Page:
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Liveaboard Diving in Triton Bay
What to Expect from a Triton Bay Liveaboard
Liveaboard diving in Triton Bay offers quite a special experience. Seldom dived, this remote bay is located in the eastern region of Kaimana and promises to hold some of the most untouched dive sites for liveaboards in Indonesia.
In recent years, the demand to visit this area has risen and the number of Triton Bay liveaboards has increased. This growing popularity can be attributed to the fantastic health of the reef and all its inhabitants, sitting in a large Marine National Park, only accessible by an Indonesia liveaboard dive cruise.
Triton Bay Underwater
Beneath the surface, the terrain is rocky. Large seamounts attract prolific shoals of fish, and the rocks are encrusted with soft coral gardens. This attracts an incredible variety of species, including oceanic whitetip sharks, and schools of barracuda. Macro species are also quite abundant in Triton Bay, perhaps unusually so as this is not a renowned muck diving area.
Most dive sites in Triton Bay lie somewhere in between 30 and 65 feet (9 – 20 m), while water temperatures remain a very comfortable 84 Fahrenheit (29°C) with very little variance throughout the year.
Dive Sites Of Triton Bay
Saruenus Island will almost certainly be visited while sailing on your Triton Bay liveaboard. The island offers 4 main dive sites, each with quite different characteristics due to how the current acts upon it. Little Komodo is a very rocky site with boulders that breach the surface. All around the rocky outcrops, you will see shoals of all sorts of fish, including anthias, damsels and fusiliers as well as snappers and sweetlips. The rocks are largely covered by soft corals, and provide many tucked-away corners for macro species to hide, including the very rare pygmy seahorse and many species of nudibranchs and shrimp. Another must-see site on Saruenus Island is Aquarium. This is a drift dive along a wall and is full of soft coral bommies of beautiful oranges and forest greens.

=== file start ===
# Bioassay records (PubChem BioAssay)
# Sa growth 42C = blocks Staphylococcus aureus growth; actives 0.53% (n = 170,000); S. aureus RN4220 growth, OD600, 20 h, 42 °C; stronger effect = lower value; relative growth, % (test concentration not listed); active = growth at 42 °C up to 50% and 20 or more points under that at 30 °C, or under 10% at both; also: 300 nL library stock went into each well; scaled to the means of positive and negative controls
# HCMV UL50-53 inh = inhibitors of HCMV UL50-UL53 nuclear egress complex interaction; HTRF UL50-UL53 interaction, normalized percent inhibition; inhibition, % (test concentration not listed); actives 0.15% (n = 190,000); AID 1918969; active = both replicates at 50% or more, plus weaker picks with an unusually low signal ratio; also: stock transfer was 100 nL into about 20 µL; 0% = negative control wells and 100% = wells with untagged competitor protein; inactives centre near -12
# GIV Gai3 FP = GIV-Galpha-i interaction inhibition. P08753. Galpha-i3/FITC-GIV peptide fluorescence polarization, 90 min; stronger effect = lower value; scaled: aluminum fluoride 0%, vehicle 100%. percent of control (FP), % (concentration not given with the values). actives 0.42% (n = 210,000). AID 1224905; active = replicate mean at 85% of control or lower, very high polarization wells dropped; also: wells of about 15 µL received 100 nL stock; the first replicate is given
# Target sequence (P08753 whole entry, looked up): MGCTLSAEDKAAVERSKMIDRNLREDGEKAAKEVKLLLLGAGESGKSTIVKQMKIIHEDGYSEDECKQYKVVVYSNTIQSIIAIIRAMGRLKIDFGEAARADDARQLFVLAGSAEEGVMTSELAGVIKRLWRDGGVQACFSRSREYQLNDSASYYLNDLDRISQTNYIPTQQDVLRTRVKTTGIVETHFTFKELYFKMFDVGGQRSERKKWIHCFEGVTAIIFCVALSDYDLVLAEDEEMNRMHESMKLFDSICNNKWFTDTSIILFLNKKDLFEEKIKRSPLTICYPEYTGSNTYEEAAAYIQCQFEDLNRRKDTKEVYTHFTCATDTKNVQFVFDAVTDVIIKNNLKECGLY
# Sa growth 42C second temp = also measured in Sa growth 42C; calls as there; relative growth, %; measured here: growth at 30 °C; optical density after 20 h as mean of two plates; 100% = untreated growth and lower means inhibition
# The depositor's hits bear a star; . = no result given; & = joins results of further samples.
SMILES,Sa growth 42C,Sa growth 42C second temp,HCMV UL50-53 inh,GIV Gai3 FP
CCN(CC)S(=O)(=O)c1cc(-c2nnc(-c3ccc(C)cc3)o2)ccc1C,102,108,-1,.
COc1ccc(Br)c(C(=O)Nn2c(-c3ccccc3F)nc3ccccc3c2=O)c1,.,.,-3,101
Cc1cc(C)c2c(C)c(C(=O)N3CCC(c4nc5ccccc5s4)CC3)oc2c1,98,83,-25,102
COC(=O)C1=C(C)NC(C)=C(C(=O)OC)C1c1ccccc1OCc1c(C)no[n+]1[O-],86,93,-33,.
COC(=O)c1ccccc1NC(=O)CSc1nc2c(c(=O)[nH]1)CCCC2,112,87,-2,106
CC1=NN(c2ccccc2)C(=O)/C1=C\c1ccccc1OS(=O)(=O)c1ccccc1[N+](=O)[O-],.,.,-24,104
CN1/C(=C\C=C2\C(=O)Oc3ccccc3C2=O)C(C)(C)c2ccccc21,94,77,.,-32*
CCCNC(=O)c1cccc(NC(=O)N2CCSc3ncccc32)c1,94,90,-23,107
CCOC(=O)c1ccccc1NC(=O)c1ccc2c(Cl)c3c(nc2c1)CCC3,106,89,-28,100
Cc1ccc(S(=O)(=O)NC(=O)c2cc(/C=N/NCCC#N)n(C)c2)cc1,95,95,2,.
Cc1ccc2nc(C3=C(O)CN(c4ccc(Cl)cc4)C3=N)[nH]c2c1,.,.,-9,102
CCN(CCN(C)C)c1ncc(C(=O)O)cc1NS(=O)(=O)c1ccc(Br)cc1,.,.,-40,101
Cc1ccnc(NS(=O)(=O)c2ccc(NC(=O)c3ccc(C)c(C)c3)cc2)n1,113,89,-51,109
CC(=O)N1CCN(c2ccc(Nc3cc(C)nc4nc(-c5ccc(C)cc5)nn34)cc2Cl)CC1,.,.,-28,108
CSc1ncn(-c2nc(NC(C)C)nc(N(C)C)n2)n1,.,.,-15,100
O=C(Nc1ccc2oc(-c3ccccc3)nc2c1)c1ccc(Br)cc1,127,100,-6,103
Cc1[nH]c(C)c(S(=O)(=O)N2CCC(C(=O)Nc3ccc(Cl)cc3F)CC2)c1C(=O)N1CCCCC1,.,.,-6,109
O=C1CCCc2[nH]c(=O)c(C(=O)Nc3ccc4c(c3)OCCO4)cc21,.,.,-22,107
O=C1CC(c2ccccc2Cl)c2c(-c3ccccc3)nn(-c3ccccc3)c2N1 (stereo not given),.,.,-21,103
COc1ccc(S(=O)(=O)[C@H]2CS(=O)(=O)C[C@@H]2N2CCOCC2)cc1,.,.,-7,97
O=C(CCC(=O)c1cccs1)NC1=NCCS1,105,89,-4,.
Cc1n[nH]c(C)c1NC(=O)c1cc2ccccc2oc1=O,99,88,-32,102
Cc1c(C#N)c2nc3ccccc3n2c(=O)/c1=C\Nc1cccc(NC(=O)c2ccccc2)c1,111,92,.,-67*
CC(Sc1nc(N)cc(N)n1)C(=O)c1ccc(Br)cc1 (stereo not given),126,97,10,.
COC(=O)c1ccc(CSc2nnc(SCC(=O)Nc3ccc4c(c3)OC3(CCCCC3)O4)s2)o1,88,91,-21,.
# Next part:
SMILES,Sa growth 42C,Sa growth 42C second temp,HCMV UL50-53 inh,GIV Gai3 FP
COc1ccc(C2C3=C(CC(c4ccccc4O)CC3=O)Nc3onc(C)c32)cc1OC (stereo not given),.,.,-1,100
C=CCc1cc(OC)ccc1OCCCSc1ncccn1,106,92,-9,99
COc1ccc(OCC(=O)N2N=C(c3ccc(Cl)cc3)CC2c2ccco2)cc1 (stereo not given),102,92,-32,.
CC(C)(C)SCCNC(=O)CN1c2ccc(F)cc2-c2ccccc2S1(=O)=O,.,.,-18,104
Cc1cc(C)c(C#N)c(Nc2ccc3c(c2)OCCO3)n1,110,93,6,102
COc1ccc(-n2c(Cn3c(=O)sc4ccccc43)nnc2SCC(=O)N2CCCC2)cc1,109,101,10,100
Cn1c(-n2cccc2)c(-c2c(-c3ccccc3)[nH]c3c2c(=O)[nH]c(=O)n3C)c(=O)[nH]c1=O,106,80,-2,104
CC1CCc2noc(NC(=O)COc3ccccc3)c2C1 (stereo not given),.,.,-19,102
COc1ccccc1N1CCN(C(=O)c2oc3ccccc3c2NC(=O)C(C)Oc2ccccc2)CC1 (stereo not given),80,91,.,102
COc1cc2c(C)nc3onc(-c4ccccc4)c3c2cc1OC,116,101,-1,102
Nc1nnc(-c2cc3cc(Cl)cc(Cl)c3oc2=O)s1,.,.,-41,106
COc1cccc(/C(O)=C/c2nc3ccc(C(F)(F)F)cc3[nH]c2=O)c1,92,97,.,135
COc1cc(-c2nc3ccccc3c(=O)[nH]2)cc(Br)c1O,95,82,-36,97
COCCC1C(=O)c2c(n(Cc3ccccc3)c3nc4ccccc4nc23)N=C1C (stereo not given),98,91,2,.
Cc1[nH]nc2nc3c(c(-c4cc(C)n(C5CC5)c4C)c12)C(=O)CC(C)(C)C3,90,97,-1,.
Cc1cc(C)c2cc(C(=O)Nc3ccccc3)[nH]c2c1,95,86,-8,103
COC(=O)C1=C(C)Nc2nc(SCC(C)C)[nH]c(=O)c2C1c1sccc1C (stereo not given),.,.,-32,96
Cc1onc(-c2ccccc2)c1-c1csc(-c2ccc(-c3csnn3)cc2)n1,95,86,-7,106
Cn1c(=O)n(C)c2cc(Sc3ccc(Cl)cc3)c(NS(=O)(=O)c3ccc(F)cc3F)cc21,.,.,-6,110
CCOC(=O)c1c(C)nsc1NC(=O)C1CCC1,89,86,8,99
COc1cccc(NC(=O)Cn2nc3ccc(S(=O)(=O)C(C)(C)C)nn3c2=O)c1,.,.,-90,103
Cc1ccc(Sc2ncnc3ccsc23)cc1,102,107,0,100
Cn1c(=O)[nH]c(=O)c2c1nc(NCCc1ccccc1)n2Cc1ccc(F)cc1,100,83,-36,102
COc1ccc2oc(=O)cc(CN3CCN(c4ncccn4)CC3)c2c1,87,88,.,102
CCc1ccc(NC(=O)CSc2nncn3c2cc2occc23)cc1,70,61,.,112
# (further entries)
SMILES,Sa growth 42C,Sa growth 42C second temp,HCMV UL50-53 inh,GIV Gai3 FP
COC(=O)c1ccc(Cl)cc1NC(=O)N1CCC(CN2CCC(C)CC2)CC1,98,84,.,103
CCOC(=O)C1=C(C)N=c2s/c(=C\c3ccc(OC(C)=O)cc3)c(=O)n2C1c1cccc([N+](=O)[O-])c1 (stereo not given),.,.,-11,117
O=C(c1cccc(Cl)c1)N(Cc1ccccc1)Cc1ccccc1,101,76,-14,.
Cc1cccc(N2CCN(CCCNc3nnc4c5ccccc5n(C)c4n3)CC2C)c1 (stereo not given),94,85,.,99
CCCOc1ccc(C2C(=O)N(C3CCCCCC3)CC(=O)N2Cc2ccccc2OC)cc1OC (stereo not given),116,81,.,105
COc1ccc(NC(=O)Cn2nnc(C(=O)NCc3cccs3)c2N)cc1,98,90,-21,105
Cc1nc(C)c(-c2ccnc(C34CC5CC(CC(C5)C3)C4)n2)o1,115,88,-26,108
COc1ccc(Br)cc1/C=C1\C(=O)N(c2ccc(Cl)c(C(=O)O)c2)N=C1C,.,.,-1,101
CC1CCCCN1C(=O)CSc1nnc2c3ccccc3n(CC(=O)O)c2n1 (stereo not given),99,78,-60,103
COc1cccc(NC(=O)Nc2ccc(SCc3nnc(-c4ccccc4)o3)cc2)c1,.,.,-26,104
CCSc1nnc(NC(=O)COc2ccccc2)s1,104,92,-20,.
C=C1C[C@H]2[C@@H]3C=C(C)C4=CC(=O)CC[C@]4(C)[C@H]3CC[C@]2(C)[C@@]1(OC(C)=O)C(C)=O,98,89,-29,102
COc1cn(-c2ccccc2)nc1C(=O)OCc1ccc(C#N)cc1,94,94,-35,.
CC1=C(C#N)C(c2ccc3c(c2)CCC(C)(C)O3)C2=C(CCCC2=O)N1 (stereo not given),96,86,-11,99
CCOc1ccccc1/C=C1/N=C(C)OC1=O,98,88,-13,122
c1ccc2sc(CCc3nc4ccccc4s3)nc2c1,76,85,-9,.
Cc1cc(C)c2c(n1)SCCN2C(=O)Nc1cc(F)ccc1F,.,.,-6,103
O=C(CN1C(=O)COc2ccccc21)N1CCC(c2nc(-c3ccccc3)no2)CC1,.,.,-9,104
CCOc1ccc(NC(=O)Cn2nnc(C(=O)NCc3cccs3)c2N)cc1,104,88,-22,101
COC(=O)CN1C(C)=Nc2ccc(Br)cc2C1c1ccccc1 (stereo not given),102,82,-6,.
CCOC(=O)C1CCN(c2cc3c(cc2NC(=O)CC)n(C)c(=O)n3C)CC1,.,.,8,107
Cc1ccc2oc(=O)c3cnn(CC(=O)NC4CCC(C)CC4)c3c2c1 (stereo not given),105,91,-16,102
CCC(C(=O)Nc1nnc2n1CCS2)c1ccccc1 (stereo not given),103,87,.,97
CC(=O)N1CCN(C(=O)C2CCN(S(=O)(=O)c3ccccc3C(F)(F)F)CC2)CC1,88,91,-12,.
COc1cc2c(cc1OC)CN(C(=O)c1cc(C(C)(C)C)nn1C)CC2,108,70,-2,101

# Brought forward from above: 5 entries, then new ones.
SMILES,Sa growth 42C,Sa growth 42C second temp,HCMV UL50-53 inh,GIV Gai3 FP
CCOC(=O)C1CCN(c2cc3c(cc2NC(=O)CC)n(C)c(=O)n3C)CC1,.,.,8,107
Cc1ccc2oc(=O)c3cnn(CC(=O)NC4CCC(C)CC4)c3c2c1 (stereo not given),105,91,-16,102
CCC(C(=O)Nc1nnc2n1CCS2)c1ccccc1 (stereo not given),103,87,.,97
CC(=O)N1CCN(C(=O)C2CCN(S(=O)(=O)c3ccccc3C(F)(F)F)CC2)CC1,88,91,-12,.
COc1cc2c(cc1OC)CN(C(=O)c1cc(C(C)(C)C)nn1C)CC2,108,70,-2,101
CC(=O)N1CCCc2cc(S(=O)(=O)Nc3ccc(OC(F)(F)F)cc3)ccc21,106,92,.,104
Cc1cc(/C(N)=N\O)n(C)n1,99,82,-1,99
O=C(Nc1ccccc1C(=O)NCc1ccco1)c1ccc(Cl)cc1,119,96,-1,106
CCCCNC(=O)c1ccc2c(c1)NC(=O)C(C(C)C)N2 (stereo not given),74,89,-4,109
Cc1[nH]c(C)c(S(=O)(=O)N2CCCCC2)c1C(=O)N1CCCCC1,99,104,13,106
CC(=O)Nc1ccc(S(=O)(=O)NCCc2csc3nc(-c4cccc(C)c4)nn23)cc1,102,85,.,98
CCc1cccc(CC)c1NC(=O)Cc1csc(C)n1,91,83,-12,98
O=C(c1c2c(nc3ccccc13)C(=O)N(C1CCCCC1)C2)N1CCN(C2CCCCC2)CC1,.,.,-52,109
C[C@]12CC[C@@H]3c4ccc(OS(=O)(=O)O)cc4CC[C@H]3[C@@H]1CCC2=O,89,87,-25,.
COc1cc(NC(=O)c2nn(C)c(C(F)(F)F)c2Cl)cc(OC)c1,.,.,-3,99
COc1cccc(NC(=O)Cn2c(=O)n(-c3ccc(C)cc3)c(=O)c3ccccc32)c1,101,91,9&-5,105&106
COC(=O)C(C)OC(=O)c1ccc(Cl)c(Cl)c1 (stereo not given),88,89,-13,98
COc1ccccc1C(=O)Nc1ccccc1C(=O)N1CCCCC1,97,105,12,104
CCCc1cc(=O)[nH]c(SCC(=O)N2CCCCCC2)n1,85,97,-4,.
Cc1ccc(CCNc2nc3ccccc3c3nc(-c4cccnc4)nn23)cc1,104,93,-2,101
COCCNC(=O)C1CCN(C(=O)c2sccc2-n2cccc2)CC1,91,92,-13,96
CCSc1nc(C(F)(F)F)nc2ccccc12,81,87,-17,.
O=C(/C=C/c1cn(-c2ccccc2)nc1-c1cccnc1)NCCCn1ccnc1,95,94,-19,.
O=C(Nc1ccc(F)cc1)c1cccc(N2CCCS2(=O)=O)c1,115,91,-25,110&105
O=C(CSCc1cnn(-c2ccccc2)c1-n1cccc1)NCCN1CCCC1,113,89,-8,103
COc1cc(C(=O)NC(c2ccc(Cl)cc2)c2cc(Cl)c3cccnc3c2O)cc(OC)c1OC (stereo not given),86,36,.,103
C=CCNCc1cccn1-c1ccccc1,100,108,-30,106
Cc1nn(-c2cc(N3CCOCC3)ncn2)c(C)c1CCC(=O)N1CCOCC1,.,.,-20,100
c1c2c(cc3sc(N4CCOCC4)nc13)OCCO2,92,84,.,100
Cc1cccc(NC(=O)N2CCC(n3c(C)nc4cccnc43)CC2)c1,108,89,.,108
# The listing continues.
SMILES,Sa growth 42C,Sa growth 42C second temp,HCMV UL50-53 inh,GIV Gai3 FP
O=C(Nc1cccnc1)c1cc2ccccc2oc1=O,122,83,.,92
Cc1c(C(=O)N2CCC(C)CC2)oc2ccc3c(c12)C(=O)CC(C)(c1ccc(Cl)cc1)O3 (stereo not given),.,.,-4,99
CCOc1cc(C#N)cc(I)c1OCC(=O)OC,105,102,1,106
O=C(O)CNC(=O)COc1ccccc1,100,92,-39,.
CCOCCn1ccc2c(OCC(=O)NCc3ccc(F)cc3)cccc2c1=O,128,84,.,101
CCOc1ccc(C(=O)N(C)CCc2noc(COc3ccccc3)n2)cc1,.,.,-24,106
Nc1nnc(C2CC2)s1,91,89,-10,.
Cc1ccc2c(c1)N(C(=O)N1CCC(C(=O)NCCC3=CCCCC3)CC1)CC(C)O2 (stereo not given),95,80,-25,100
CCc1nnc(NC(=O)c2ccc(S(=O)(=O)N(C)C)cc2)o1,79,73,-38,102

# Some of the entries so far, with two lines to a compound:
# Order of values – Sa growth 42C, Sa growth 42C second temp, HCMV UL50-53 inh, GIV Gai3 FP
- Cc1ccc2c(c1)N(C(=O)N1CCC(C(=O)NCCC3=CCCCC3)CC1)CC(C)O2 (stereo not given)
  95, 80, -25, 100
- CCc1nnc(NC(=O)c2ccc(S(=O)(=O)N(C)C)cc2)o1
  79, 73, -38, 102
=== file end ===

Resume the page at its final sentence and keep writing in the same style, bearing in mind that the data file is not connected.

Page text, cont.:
Bo’s Rainbow is an island site that is usually a sheltered site with little to no current. It is a relatively shallow dive site with an average depth of 52 feet (16 m), and when currents are weak, it is sometimes possible to circumnavigate the entire island. This is also a rocky site, encrusted with seemingly endless gardens of soft corals attracting many large schools of fish. Here you will notice that the more common species, such as fusiliers and damsels, will very often be showing off different shades of colours to what one might normally expect.
Another popular site on the liveaboard itinerary is Namatote Wall, located just off the southern tip of Namatote Island. Visibility along this wall dive is sometimes slightly limited due to the current’s shifting nature, but what is lost in visibility is more than made up for by overwhelming numbers of macro species. For those who are not so fond of muck sites, this is an excellent alternative for capturing those sought-after critters, such as nudibranchs, gobies and shrimp.
Top Tips For Divers
Many liveaboard itineraries in the Triton Bay area will include exploratory dives. This type of diving tends to be better suited for a more experienced diver. Although many sites will be suitable for beginner divers, some sites may experience more challenging conditions. Strong and shifting currents can be particularly hazardous and are fairly common around certain islands. Divers can generally expect to do 3 - 4 dives per day.
Getting To Triton Bay
The remoteness of this location means that one should expect to have to catch several flights. The most straightforward way to reach Triton Bay is to catch a connecting flight from Singapore to Soekarno Hatta International Airport in Jakarta. From here, head to Ambon Airport before catching your final flight to Utarum Airport in Kaimana. A short journey, usually made by tender, is then required to embark on your Indonesian liveaboard adventure.
Triton Bay Diving Reviews
- 8.6 Fabulous
- 8 Verified Reviews
A couple of the dive sites had some nice coral and lots of fish.
Diving Triton Bay in February on the Carpe Diem